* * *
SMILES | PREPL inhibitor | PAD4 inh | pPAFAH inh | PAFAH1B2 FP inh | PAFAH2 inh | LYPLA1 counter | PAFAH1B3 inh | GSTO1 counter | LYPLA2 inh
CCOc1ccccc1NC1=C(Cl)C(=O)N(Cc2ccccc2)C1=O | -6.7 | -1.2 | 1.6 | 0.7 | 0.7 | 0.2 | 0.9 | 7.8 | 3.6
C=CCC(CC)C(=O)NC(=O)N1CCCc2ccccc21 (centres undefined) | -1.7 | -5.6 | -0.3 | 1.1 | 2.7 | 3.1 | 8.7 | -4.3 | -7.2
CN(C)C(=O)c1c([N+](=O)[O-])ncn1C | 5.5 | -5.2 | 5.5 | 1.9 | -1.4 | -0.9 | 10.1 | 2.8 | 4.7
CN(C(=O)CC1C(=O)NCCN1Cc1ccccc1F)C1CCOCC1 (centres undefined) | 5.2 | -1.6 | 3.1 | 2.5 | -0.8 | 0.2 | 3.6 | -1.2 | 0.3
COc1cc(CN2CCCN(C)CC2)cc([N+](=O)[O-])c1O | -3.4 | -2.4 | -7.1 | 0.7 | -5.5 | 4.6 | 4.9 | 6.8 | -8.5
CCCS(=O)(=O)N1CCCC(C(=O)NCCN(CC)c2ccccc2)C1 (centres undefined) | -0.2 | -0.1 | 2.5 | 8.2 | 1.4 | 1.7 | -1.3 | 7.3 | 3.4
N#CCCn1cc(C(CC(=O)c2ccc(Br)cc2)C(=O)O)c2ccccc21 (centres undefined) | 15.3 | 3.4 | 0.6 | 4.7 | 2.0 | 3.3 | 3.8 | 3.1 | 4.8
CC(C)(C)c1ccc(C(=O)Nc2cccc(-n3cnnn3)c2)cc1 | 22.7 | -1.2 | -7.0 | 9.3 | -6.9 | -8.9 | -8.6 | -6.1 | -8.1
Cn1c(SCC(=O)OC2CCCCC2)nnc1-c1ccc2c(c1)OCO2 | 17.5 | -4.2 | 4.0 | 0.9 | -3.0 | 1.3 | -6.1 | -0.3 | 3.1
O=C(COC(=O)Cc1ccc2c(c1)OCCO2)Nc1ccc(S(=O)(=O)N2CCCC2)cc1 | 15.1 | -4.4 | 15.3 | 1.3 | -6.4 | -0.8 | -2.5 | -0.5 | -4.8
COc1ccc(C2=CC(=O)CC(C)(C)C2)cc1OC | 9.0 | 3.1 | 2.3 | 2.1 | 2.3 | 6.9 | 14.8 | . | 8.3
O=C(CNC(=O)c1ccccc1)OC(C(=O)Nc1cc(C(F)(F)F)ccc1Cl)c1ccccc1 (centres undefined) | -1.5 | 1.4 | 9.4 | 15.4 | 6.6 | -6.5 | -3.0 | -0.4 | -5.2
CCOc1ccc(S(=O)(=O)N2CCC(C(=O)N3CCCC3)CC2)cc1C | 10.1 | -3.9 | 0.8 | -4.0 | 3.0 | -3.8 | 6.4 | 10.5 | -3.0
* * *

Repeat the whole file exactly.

SMILES | PREPL inhibitor | PAD4 inh | pPAFAH inh | PAFAH1B2 FP inh | PAFAH2 inh | LYPLA1 counter | PAFAH1B3 inh | GSTO1 counter | LYPLA2 inh
CCOc1ccccc1NC1=C(Cl)C(=O)N(Cc2ccccc2)C1=O | -6.7 | -1.2 | 1.6 | 0.7 | 0.7 | 0.2 | 0.9 | 7.8 | 3.6
C=CCC(CC)C(=O)NC(=O)N1CCCc2ccccc21 (centres undefined) | -1.7 | -5.6 | -0.3 | 1.1 | 2.7 | 3.1 | 8.7 | -4.3 | -7.2
CN(C)C(=O)c1c([N+](=O)[O-])ncn1C | 5.5 | -5.2 | 5.5 | 1.9 | -1.4 | -0.9 | 10.1 | 2.8 | 4.7
CN(C(=O)CC1C(=O)NCCN1Cc1ccccc1F)C1CCOCC1 (centres undefined) | 5.2 | -1.6 | 3.1 | 2.5 | -0.8 | 0.2 | 3.6 | -1.2 | 0.3
COc1cc(CN2CCCN(C)CC2)cc([N+](=O)[O-])c1O | -3.4 | -2.4 | -7.1 | 0.7 | -5.5 | 4.6 | 4.9 | 6.8 | -8.5
CCCS(=O)(=O)N1CCCC(C(=O)NCCN(CC)c2ccccc2)C1 (centres undefined) | -0.2 | -0.1 | 2.5 | 8.2 | 1.4 | 1.7 | -1.3 | 7.3 | 3.4
N#CCCn1cc(C(CC(=O)c2ccc(Br)cc2)C(=O)O)c2ccccc21 (centres undefined) | 15.3 | 3.4 | 0.6 | 4.7 | 2.0 | 3.3 | 3.8 | 3.1 | 4.8
CC(C)(C)c1ccc(C(=O)Nc2cccc(-n3cnnn3)c2)cc1 | 22.7 | -1.2 | -7.0 | 9.3 | -6.9 | -8.9 | -8.6 | -6.1 | -8.1
Cn1c(SCC(=O)OC2CCCCC2)nnc1-c1ccc2c(c1)OCO2 | 17.5 | -4.2 | 4.0 | 0.9 | -3.0 | 1.3 | -6.1 | -0.3 | 3.1
O=C(COC(=O)Cc1ccc2c(c1)OCCO2)Nc1ccc(S(=O)(=O)N2CCCC2)cc1 | 15.1 | -4.4 | 15.3 | 1.3 | -6.4 | -0.8 | -2.5 | -0.5 | -4.8
COc1ccc(C2=CC(=O)CC(C)(C)C2)cc1OC | 9.0 | 3.1 | 2.3 | 2.1 | 2.3 | 6.9 | 14.8 | . | 8.3
O=C(CNC(=O)c1ccccc1)OC(C(=O)Nc1cc(C(F)(F)F)ccc1Cl)c1ccccc1 (centres undefined) | -1.5 | 1.4 | 9.4 | 15.4 | 6.6 | -6.5 | -3.0 | -0.4 | -5.2
CCOc1ccc(S(=O)(=O)N2CCC(C(=O)N3CCCC3)CC2)cc1C | 10.1 | -3.9 | 0.8 | -4.0 | 3.0 | -3.8 | 6.4 | 10.5 | -3.0